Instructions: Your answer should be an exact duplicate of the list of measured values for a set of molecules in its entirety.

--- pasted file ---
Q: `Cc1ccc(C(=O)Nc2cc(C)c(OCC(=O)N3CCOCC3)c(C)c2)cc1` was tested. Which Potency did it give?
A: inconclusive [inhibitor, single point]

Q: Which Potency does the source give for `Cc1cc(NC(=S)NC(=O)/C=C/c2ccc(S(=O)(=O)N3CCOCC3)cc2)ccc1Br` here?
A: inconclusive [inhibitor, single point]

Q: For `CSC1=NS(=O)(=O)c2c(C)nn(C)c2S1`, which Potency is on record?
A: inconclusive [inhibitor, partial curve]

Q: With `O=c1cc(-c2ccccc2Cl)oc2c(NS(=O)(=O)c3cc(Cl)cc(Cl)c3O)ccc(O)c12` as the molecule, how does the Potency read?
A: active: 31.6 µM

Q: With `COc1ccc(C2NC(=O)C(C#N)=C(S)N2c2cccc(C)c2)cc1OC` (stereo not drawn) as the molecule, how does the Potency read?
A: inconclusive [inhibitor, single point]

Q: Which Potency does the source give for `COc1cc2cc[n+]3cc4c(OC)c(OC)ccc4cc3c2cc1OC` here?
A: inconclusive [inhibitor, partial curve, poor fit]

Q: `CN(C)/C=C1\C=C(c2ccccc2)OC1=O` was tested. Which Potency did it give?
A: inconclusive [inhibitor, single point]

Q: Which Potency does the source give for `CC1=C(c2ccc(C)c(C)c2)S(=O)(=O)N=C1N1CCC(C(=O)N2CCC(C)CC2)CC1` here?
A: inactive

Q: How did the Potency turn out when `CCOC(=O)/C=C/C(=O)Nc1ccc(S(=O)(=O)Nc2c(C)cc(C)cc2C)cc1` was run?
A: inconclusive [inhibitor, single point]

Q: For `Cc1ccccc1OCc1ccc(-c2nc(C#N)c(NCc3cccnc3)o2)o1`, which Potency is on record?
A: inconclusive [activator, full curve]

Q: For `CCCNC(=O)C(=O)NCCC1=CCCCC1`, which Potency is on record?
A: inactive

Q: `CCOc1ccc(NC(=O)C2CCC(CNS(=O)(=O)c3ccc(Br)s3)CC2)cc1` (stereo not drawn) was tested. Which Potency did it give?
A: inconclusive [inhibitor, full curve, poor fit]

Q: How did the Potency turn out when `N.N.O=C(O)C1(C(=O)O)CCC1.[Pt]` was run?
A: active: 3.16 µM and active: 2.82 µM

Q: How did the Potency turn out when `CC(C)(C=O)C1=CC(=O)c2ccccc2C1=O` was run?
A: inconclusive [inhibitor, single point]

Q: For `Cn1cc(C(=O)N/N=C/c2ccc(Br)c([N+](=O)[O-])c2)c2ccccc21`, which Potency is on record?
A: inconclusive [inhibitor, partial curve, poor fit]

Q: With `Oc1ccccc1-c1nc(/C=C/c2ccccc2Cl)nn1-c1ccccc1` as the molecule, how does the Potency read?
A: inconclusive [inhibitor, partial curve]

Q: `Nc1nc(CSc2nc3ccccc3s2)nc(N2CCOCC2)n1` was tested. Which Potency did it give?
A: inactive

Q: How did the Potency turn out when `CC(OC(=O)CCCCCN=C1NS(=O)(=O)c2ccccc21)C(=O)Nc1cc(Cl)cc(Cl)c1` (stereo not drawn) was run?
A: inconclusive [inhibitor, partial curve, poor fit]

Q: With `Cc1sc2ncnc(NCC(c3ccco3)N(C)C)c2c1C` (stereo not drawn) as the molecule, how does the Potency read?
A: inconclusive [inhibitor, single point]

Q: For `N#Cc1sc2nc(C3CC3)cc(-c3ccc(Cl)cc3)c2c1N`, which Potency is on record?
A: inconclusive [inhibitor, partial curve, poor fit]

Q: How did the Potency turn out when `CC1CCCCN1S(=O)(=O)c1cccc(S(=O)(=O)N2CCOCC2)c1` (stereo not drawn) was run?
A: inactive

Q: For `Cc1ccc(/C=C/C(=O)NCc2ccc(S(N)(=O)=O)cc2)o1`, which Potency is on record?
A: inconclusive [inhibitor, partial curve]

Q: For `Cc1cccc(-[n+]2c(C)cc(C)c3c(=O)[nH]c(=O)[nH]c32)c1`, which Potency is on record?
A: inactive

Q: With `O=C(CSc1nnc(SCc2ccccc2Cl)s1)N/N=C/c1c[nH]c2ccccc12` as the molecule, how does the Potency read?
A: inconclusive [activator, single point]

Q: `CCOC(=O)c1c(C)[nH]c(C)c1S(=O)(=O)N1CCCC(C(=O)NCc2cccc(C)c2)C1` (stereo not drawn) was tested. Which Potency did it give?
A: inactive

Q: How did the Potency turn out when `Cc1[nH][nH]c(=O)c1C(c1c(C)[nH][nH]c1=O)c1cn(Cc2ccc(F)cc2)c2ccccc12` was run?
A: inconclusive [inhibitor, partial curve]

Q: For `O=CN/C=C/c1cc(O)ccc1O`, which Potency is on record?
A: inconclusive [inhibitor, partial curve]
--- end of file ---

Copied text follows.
Q: `Cc1ccc(C(=O)Nc2cc(C)c(OCC(=O)N3CCOCC3)c(C)c2)cc1` was tested. Which Potency did it give?
A: inconclusive [inhibitor, single point]

Q: Which Potency does the source give for `Cc1cc(NC(=S)NC(=O)/C=C/c2ccc(S(=O)(=O)N3CCOCC3)cc2)ccc1Br` here?
A: inconclusive [inhibitor, single point]

Q: For `CSC1=NS(=O)(=O)c2c(C)nn(C)c2S1`, which Potency is on record?
A: inconclusive [inhibitor, partial curve]

Q: With `O=c1cc(-c2ccccc2Cl)oc2c(NS(=O)(=O)c3cc(Cl)cc(Cl)c3O)ccc(O)c12` as the molecule, how does the Potency read?
A: active: 31.6 µM

Q: With `COc1ccc(C2NC(=O)C(C#N)=C(S)N2c2cccc(C)c2)cc1OC` (stereo not drawn) as the molecule, how does the Potency read?
A: inconclusive [inhibitor, single point]

Q: Which Potency does the source give for `COc1cc2cc[n+]3cc4c(OC)c(OC)ccc4cc3c2cc1OC` here?
A: inconclusive [inhibitor, partial curve, poor fit]

Q: `CN(C)/C=C1\C=C(c2ccccc2)OC1=O` was tested. Which Potency did it give?
A: inconclusive [inhibitor, single point]

Q: Which Potency does the source give for `CC1=C(c2ccc(C)c(C)c2)S(=O)(=O)N=C1N1CCC(C(=O)N2CCC(C)CC2)CC1` here?
A: inactive

Q: How did the Potency turn out when `CCOC(=O)/C=C/C(=O)Nc1ccc(S(=O)(=O)Nc2c(C)cc(C)cc2C)cc1` was run?
A: inconclusive [inhibitor, single point]

Q: For `Cc1ccccc1OCc1ccc(-c2nc(C#N)c(NCc3cccnc3)o2)o1`, which Potency is on record?
A: inconclusive [activator, full curve]

Q: For `CCCNC(=O)C(=O)NCCC1=CCCCC1`, which Potency is on record?
A: inactive

Q: `CCOc1ccc(NC(=O)C2CCC(CNS(=O)(=O)c3ccc(Br)s3)CC2)cc1` (stereo not drawn) was tested. Which Potency did it give?
A: inconclusive [inhibitor, full curve, poor fit]

Q: How did the Potency turn out when `N.N.O=C(O)C1(C(=O)O)CCC1.[Pt]` was run?
A: active: 3.16 µM and active: 2.82 µM

Q: How did the Potency turn out when `CC(C)(C=O)C1=CC(=O)c2ccccc2C1=O` was run?
A: inconclusive [inhibitor, single point]

Q: For `Cn1cc(C(=O)N/N=C/c2ccc(Br)c([N+](=O)[O-])c2)c2ccccc21`, which Potency is on record?
A: inconclusive [inhibitor, partial curve, poor fit]

Q: With `Oc1ccccc1-c1nc(/C=C/c2ccccc2Cl)nn1-c1ccccc1` as the molecule, how does the Potency read?
A: inconclusive [inhibitor, partial curve]

Q: `Nc1nc(CSc2nc3ccccc3s2)nc(N2CCOCC2)n1` was tested. Which Potency did it give?
A: inactive

Q: How did the Potency turn out when `CC(OC(=O)CCCCCN=C1NS(=O)(=O)c2ccccc21)C(=O)Nc1cc(Cl)cc(Cl)c1` (stereo not drawn) was run?
A: inconclusive [inhibitor, partial curve, poor fit]

Q: With `Cc1sc2ncnc(NCC(c3ccco3)N(C)C)c2c1C` (stereo not drawn) as the molecule, how does the Potency read?
A: inconclusive [inhibitor, single point]

Q: For `N#Cc1sc2nc(C3CC3)cc(-c3ccc(Cl)cc3)c2c1N`, which Potency is on record?
A: inconclusive [inhibitor, partial curve, poor fit]

Q: How did the Potency turn out when `CC1CCCCN1S(=O)(=O)c1cccc(S(=O)(=O)N2CCOCC2)c1` (stereo not drawn) was run?
A: inactive

Q: For `Cc1ccc(/C=C/C(=O)NCc2ccc(S(N)(=O)=O)cc2)o1`, which Potency is on record?
A: inconclusive [inhibitor, partial curve]

Q: For `Cc1cccc(-[n+]2c(C)cc(C)c3c(=O)[nH]c(=O)[nH]c32)c1`, which Potency is on record?
A: inactive

Q: With `O=C(CSc1nnc(SCc2ccccc2Cl)s1)N/N=C/c1c[nH]c2ccccc12` as the molecule, how does the Potency read?
A: inconclusive [activator, single point]

Q: `CCOC(=O)c1c(C)[nH]c(C)c1S(=O)(=O)N1CCCC(C(=O)NCc2cccc(C)c2)C1` (stereo not drawn) was tested. Which Potency did it give?
A: inactive

Q: How did the Potency turn out when `Cc1[nH][nH]c(=O)c1C(c1c(C)[nH][nH]c1=O)c1cn(Cc2ccc(F)cc2)c2ccccc12` was run?
A: inconclusive [inhibitor, partial curve]

Q: For `O=CN/C=C/c1cc(O)ccc1O`, which Potency is on record?
A: inconclusive [inhibitor, partial curve]